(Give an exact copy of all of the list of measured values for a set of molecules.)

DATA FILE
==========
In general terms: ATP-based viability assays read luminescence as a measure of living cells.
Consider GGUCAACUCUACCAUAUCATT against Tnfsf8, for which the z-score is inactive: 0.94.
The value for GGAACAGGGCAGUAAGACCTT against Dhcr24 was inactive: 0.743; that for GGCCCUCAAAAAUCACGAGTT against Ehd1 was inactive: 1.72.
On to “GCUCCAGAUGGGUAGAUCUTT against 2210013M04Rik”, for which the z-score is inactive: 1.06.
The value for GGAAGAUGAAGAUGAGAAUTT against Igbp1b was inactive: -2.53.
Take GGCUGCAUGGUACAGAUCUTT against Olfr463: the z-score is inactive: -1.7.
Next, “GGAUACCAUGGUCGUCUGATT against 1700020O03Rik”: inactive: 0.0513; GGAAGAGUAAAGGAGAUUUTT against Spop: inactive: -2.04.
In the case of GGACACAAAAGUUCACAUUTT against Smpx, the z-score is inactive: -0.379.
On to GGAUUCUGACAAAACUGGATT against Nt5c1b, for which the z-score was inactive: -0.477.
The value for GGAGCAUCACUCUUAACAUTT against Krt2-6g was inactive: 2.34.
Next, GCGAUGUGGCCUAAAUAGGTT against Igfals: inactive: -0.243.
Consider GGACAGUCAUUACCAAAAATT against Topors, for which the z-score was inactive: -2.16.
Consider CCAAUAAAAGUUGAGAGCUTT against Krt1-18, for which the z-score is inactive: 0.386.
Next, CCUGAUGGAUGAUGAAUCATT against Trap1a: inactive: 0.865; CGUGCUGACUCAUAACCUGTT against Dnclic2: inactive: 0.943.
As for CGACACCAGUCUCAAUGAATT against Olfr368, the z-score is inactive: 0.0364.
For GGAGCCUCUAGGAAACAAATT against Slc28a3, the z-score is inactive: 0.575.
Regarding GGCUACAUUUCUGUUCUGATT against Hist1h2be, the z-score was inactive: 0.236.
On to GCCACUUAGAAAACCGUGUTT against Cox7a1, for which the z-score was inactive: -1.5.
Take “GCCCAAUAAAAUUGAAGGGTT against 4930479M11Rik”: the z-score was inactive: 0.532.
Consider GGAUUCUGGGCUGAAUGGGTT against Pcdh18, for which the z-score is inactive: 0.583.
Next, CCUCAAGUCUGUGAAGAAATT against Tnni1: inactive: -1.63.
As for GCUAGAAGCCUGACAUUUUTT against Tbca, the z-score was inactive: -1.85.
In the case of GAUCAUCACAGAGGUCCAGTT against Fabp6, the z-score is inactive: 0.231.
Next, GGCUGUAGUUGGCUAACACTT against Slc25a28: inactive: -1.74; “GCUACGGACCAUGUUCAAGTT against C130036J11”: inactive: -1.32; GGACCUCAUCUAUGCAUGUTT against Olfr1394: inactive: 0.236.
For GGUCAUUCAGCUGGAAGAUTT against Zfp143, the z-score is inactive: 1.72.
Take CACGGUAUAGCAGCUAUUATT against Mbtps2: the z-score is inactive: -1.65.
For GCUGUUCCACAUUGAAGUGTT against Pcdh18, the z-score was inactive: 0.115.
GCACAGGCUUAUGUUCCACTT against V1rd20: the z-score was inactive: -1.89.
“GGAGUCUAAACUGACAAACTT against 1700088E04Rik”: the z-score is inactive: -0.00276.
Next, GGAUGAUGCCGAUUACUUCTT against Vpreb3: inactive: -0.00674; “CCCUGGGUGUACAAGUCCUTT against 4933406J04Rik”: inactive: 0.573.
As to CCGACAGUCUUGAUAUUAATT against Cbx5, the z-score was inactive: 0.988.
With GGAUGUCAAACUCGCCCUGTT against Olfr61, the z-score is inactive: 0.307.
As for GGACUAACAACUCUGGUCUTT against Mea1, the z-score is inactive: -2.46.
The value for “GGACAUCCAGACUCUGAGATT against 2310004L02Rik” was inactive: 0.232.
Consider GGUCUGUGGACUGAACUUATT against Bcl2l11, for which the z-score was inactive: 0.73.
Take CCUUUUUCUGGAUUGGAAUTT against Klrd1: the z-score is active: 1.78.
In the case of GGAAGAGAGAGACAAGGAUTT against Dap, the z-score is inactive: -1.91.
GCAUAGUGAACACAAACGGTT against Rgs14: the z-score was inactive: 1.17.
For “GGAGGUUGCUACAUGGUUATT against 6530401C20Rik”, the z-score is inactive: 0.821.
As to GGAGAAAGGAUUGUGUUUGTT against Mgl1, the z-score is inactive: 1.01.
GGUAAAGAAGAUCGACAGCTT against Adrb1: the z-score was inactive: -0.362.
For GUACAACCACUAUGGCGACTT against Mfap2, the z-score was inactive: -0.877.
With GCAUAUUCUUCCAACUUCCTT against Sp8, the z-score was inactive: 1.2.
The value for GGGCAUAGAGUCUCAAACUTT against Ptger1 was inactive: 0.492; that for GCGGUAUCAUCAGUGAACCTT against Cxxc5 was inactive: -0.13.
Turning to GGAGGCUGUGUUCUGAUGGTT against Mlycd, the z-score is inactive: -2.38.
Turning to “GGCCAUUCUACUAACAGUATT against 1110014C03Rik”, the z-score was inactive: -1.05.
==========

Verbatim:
In general terms: ATP-based viability assays read luminescence as a measure of living cells.
Consider GGUCAACUCUACCAUAUCATT against Tnfsf8, for which the z-score is inactive: 0.94.
The value for GGAACAGGGCAGUAAGACCTT against Dhcr24 was inactive: 0.743; that for GGCCCUCAAAAAUCACGAGTT against Ehd1 was inactive: 1.72.
On to “GCUCCAGAUGGGUAGAUCUTT against 2210013M04Rik”, for which the z-score is inactive: 1.06.
The value for GGAAGAUGAAGAUGAGAAUTT against Igbp1b was inactive: -2.53.
Take GGCUGCAUGGUACAGAUCUTT against Olfr463: the z-score is inactive: -1.7.
Next, “GGAUACCAUGGUCGUCUGATT against 1700020O03Rik”: inactive: 0.0513; GGAAGAGUAAAGGAGAUUUTT against Spop: inactive: -2.04.
In the case of GGACACAAAAGUUCACAUUTT against Smpx, the z-score is inactive: -0.379.
On to GGAUUCUGACAAAACUGGATT against Nt5c1b, for which the z-score was inactive: -0.477.
The value for GGAGCAUCACUCUUAACAUTT against Krt2-6g was inactive: 2.34.
Next, GCGAUGUGGCCUAAAUAGGTT against Igfals: inactive: -0.243.
Consider GGACAGUCAUUACCAAAAATT against Topors, for which the z-score was inactive: -2.16.
Consider CCAAUAAAAGUUGAGAGCUTT against Krt1-18, for which the z-score is inactive: 0.386.
Next, CCUGAUGGAUGAUGAAUCATT against Trap1a: inactive: 0.865; CGUGCUGACUCAUAACCUGTT against Dnclic2: inactive: 0.943.
As for CGACACCAGUCUCAAUGAATT against Olfr368, the z-score is inactive: 0.0364.
For GGAGCCUCUAGGAAACAAATT against Slc28a3, the z-score is inactive: 0.575.
Regarding GGCUACAUUUCUGUUCUGATT against Hist1h2be, the z-score was inactive: 0.236.
On to GCCACUUAGAAAACCGUGUTT against Cox7a1, for which the z-score was inactive: -1.5.
Take “GCCCAAUAAAAUUGAAGGGTT against 4930479M11Rik”: the z-score was inactive: 0.532.
Consider GGAUUCUGGGCUGAAUGGGTT against Pcdh18, for which the z-score is inactive: 0.583.
Next, CCUCAAGUCUGUGAAGAAATT against Tnni1: inactive: -1.63.
As for GCUAGAAGCCUGACAUUUUTT against Tbca, the z-score was inactive: -1.85.
In the case of GAUCAUCACAGAGGUCCAGTT against Fabp6, the z-score is inactive: 0.231.
Next, GGCUGUAGUUGGCUAACACTT against Slc25a28: inactive: -1.74; “GCUACGGACCAUGUUCAAGTT against C130036J11”: inactive: -1.32; GGACCUCAUCUAUGCAUGUTT against Olfr1394: inactive: 0.236.
For GGUCAUUCAGCUGGAAGAUTT against Zfp143, the z-score is inactive: 1.72.
Take CACGGUAUAGCAGCUAUUATT against Mbtps2: the z-score is inactive: -1.65.
For GCUGUUCCACAUUGAAGUGTT against Pcdh18, the z-score was inactive: 0.115.
GCACAGGCUUAUGUUCCACTT against V1rd20: the z-score was inactive: -1.89.
“GGAGUCUAAACUGACAAACTT against 1700088E04Rik”: the z-score is inactive: -0.00276.
Next, GGAUGAUGCCGAUUACUUCTT against Vpreb3: inactive: -0.00674; “CCCUGGGUGUACAAGUCCUTT against 4933406J04Rik”: inactive: 0.573.
As to CCGACAGUCUUGAUAUUAATT against Cbx5, the z-score was inactive: 0.988.
With GGAUGUCAAACUCGCCCUGTT against Olfr61, the z-score is inactive: 0.307.
As for GGACUAACAACUCUGGUCUTT against Mea1, the z-score is inactive: -2.46.
The value for “GGACAUCCAGACUCUGAGATT against 2310004L02Rik” was inactive: 0.232.
Consider GGUCUGUGGACUGAACUUATT against Bcl2l11, for which the z-score was inactive: 0.73.
Take CCUUUUUCUGGAUUGGAAUTT against Klrd1: the z-score is active: 1.78.
In the case of GGAAGAGAGAGACAAGGAUTT against Dap, the z-score is inactive: -1.91.
GCAUAGUGAACACAAACGGTT against Rgs14: the z-score was inactive: 1.17.
For “GGAGGUUGCUACAUGGUUATT against 6530401C20Rik”, the z-score is inactive: 0.821.
As to GGAGAAAGGAUUGUGUUUGTT against Mgl1, the z-score is inactive: 1.01.
GGUAAAGAAGAUCGACAGCTT against Adrb1: the z-score was inactive: -0.362.
For GUACAACCACUAUGGCGACTT against Mfap2, the z-score was inactive: -0.877.
With GCAUAUUCUUCCAACUUCCTT against Sp8, the z-score was inactive: 1.2.
The value for GGGCAUAGAGUCUCAAACUTT against Ptger1 was inactive: 0.492; that for GCGGUAUCAUCAGUGAACCTT against Cxxc5 was inactive: -0.13.
Turning to GGAGGCUGUGUUCUGAUGGTT against Mlycd, the z-score is inactive: -2.38.
Turning to “GGCCAUUCUACUAACAGUATT against 1110014C03Rik”, the z-score was inactive: -1.05.